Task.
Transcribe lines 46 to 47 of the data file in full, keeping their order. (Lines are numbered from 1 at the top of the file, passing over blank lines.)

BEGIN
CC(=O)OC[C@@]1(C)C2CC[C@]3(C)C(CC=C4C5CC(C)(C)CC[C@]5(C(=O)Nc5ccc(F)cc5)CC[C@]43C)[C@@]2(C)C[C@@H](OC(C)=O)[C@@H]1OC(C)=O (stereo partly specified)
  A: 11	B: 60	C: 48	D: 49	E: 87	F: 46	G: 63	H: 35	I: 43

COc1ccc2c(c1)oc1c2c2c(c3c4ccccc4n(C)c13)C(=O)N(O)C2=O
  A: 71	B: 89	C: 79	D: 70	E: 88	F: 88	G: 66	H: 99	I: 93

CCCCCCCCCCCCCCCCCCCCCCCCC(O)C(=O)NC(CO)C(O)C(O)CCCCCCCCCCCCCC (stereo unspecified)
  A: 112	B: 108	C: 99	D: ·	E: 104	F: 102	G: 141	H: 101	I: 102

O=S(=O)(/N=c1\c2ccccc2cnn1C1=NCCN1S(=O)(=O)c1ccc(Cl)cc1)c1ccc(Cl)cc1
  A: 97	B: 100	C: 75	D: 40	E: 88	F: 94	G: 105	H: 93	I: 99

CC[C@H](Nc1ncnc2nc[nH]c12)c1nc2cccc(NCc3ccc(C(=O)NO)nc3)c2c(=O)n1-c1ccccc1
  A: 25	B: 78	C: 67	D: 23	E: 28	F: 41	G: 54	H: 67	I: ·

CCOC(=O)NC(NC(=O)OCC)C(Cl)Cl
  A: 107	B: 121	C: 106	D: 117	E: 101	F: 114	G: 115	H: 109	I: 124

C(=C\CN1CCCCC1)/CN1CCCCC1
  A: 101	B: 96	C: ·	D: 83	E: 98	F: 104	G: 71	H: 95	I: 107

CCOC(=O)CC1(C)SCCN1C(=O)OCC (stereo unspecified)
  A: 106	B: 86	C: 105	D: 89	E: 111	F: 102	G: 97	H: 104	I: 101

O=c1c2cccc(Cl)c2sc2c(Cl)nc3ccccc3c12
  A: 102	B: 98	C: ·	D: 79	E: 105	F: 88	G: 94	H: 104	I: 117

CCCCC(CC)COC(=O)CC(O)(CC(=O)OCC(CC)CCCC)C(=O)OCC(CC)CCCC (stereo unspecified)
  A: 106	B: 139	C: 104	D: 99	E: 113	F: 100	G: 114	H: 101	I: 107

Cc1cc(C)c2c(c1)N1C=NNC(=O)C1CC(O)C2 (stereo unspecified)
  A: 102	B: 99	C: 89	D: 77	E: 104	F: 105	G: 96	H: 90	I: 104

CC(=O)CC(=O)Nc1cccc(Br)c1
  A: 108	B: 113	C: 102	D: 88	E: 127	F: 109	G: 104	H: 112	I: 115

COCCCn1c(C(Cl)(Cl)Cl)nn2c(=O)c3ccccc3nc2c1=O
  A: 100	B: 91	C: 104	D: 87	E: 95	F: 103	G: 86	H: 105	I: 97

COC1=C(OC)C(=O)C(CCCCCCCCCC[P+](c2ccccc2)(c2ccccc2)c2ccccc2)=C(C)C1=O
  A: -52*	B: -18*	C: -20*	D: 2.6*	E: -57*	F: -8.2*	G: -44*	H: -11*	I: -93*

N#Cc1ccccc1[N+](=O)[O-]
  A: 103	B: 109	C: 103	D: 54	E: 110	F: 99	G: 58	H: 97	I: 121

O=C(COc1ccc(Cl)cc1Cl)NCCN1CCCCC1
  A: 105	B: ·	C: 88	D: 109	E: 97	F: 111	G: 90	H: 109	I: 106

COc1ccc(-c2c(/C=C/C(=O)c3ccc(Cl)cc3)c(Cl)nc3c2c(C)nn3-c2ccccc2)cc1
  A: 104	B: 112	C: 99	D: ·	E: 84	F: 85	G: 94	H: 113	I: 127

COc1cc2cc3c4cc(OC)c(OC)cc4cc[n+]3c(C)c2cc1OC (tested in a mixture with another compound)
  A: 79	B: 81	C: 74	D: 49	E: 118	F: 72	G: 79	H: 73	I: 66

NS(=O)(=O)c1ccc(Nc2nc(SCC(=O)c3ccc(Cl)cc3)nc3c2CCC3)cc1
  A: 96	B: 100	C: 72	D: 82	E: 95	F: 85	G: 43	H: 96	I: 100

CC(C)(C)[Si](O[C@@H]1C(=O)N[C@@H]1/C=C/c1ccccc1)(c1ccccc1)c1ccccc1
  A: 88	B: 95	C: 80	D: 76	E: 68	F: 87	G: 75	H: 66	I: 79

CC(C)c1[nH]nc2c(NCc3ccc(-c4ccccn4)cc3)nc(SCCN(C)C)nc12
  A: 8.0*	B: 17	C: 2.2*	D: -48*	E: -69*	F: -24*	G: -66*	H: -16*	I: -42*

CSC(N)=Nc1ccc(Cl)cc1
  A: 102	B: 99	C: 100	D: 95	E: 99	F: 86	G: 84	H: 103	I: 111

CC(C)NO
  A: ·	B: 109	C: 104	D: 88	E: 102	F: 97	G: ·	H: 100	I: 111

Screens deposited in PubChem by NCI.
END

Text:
  A: ·	B: 109	C: 104	D: 88	E: 102	F: 97	G: ·	H: 100	I: 111

Screens deposited in PubChem by NCI.